My parents got to Paris from North Carolina the morning of the presidential debate on Oct. 3 — the one where Mitt Romney was proclaimed victor on both sides of the Atlantic, by both the left and the right.
My dad and I get a long really well, but we’re supporting different presidential candidates.
“So how about the debate last night?” he asked.
“Let’s not talk about this,” my mom said.
That seems to be the theme of the discussion around the presidential debates and elections among my American loved ones: For the sake of avoiding conversations as uncomfortable as what was broadcasted on Oct. 3, let’s not talk about this. After both presidential debates and the vice-presidential debate, I saw Facebook statuses pleading people to keep political discussions out of their newsfeeds, and expressing fatigue at the inundation of debate coverage.
“Huh. Is there a debate going on or something?” one friend posed sarcastically before the first debate, in Denver.
“Debate time. Time to hate everyone, y’all,” another friend said before the Oct. 16 debate.
And then there was a nearly 200-word missile from one acquaintance saying that, “it’s a debate, it get’s heated,” and pleading that no one take out their anger on Facebook. Which is fair enough: right after the Oct. 3 debate, another friend posted a status slamming Obama supporters for valuing coolness over substance.
“YOU SUCKKK!” someone commented on the status, in what I assume was only a half-joking manner. That comment got more likes than the original status.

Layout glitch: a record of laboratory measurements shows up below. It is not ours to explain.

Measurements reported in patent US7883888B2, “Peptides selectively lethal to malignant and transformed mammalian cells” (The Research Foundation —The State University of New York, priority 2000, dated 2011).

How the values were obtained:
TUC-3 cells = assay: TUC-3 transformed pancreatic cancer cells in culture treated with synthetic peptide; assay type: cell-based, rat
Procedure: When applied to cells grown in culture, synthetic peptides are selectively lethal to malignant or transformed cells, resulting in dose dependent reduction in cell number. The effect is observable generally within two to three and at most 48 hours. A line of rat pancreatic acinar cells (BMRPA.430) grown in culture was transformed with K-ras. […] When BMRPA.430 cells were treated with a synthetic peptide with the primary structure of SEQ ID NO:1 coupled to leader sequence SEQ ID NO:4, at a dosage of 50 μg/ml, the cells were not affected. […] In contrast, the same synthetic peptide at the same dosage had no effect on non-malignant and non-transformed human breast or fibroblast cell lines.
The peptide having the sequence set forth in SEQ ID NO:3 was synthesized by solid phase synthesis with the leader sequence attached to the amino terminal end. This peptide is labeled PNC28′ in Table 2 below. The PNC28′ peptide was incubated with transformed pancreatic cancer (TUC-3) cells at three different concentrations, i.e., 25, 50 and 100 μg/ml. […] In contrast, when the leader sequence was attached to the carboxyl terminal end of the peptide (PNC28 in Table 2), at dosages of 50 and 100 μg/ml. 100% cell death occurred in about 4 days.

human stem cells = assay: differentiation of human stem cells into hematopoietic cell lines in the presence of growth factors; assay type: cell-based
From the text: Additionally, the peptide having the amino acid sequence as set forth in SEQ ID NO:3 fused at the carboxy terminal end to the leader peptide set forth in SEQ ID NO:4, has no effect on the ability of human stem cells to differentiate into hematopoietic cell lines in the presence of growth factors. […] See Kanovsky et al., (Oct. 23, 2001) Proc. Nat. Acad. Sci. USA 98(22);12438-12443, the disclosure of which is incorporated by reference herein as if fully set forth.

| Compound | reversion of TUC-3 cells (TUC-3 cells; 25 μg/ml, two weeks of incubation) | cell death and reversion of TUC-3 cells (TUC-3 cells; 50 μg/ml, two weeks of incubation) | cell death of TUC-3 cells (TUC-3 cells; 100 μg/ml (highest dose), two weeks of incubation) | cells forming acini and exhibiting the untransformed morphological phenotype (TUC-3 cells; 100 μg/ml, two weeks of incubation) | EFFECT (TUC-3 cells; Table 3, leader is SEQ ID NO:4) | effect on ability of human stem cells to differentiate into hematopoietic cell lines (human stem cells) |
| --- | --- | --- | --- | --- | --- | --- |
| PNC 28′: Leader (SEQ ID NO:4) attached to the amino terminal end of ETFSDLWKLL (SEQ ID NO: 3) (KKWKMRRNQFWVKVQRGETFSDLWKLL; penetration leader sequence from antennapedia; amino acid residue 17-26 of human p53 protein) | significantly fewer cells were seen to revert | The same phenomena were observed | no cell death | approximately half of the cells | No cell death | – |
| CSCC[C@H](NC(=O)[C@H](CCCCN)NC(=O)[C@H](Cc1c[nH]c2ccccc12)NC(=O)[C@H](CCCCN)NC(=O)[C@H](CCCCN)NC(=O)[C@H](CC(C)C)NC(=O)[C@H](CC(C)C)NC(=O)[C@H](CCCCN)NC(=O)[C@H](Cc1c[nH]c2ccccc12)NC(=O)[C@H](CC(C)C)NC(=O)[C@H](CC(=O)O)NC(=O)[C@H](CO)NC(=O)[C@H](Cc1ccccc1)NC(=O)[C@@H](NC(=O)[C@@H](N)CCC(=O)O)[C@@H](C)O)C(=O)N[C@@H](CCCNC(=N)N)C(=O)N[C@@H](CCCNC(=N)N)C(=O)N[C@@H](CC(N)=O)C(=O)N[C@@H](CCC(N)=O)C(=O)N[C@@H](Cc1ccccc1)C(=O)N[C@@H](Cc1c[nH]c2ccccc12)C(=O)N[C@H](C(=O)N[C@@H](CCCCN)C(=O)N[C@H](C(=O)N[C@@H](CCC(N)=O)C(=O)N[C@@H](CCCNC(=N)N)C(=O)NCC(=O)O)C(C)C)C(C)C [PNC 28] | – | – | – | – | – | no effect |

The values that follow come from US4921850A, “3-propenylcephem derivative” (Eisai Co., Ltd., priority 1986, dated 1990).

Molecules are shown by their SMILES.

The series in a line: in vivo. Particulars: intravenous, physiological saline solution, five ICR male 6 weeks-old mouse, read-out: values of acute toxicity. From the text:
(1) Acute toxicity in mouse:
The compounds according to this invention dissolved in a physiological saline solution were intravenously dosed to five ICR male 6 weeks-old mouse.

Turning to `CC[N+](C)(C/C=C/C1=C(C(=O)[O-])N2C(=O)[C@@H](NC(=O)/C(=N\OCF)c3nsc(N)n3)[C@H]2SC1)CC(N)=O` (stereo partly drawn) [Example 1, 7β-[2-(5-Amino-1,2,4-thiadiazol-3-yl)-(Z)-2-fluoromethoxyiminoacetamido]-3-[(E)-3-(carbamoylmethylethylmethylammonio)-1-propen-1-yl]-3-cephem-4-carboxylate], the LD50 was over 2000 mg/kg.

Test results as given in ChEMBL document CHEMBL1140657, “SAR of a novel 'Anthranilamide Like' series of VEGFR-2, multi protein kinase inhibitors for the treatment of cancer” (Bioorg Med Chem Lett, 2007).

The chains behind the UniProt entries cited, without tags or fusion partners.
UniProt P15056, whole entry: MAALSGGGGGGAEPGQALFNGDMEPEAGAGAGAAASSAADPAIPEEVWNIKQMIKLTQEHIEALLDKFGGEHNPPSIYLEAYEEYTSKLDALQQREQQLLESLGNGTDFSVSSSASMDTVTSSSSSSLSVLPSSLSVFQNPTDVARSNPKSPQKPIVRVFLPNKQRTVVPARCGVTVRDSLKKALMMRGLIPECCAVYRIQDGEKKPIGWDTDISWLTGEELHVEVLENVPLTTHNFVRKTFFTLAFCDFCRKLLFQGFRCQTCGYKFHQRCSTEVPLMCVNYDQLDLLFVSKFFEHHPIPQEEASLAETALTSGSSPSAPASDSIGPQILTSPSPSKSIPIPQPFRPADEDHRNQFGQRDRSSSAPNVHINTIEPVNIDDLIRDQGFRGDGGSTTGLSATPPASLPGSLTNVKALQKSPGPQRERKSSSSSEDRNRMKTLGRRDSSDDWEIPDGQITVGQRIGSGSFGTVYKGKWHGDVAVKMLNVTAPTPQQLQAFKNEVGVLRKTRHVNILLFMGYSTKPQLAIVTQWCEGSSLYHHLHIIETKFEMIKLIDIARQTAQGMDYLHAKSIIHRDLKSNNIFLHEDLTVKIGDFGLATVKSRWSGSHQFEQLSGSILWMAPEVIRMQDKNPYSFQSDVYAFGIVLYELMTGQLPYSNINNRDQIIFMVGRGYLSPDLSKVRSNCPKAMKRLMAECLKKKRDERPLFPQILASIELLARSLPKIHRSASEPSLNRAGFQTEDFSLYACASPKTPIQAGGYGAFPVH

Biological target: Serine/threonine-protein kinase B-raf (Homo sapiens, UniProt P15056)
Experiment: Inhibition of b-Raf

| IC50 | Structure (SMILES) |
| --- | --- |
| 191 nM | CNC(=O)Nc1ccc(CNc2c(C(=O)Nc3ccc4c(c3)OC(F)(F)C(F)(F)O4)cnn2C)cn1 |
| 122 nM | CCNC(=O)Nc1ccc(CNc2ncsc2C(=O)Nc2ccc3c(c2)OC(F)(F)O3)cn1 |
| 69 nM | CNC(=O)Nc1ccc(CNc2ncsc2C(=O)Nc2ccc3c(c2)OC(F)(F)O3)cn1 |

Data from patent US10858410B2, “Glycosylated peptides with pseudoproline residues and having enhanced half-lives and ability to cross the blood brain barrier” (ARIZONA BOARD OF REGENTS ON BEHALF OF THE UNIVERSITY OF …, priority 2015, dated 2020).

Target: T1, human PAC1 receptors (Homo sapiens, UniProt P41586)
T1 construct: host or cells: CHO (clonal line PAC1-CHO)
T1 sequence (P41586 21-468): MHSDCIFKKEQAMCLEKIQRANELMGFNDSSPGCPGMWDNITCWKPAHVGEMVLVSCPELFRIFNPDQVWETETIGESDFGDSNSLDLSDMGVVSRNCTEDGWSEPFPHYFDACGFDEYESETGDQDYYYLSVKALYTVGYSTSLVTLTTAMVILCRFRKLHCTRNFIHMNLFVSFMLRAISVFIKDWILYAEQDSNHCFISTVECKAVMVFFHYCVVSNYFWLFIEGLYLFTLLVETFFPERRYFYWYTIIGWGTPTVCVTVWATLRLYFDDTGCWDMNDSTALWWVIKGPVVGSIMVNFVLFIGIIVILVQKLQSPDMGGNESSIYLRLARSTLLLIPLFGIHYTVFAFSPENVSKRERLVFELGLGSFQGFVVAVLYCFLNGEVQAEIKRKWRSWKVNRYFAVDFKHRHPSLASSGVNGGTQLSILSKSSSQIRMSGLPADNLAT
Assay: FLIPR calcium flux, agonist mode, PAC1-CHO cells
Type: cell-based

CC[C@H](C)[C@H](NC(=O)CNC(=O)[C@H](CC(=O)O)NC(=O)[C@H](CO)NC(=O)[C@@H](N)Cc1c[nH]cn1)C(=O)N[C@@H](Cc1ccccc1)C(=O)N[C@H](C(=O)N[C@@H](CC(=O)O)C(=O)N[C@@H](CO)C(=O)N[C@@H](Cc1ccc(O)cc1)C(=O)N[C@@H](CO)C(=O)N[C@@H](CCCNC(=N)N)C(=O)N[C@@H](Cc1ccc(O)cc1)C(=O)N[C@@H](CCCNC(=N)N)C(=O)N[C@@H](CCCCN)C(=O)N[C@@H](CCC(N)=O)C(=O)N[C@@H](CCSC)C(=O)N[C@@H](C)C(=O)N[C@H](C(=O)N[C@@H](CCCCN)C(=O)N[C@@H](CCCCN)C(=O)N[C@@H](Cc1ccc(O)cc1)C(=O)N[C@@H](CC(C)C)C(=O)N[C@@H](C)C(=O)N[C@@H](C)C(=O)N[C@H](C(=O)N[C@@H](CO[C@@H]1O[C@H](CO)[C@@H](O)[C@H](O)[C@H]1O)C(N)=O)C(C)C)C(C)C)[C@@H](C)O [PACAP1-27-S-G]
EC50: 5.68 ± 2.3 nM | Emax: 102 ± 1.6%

So it’s nice to follow the debates in France, where, impressively, people are just as knowledgeable about the candidates and issues as they are at in the U.S., but less emotionally invested. Topics that are so divisive in the U.S., especially abortion, a key topic in the vice-presidential debate, seem to be non-issues here.
Also aiding the relaxed atmosphere around the debates is a near unanimity in opinion. According to a recent poll, 89 percent of French people would vote for Obama if they could. Only 2 percent would vote for Romney, and nine percent was undecided.
In comparison, my home state of North Carolina is split down the middle. As of the most recent poll, 51 percent of North Carolinian voters plan to support Romney, and 48 percent plan to vote for President Obama. Essentially you have a 1 in 2 chance of disagreeing with your neighbor, or, in my case, your father.
In most cases, diversity in opinions broadens the mind. But being in France has hardly closed my mind against the “other side.”
Like most Americans, I’ve known whom I’ll vote for since long before the first debate. But now my convictions are stronger, because they’re based on facts, and listening to both sides, rather than knee-jerk responses to attack ads or Facebook statuses about how a candidate “sucks.” I went to a screening of the most recent debate, and neither side was drowned out by booing or cheering. No one in the audience made any comments that made me go blind with anger. I actually heard what both candidates had to say.
Although the presidential election is hugely important to my future, and in that way, gravely serious, it also can be exciting, and — dare I say it? — fun. The debates have all the trappings of good TV: drama, conflict, relatively attractive leads, comic relief in the form of “binders of woman” and malarkey, and a great cliffhanger. And from this vantage point, the bitterness is contained on the TV screen, rather than spilling into my everyday life.
Maybe I’ll come to France for every American election season from now on — so long as I get here after France’s presidential elections have ended.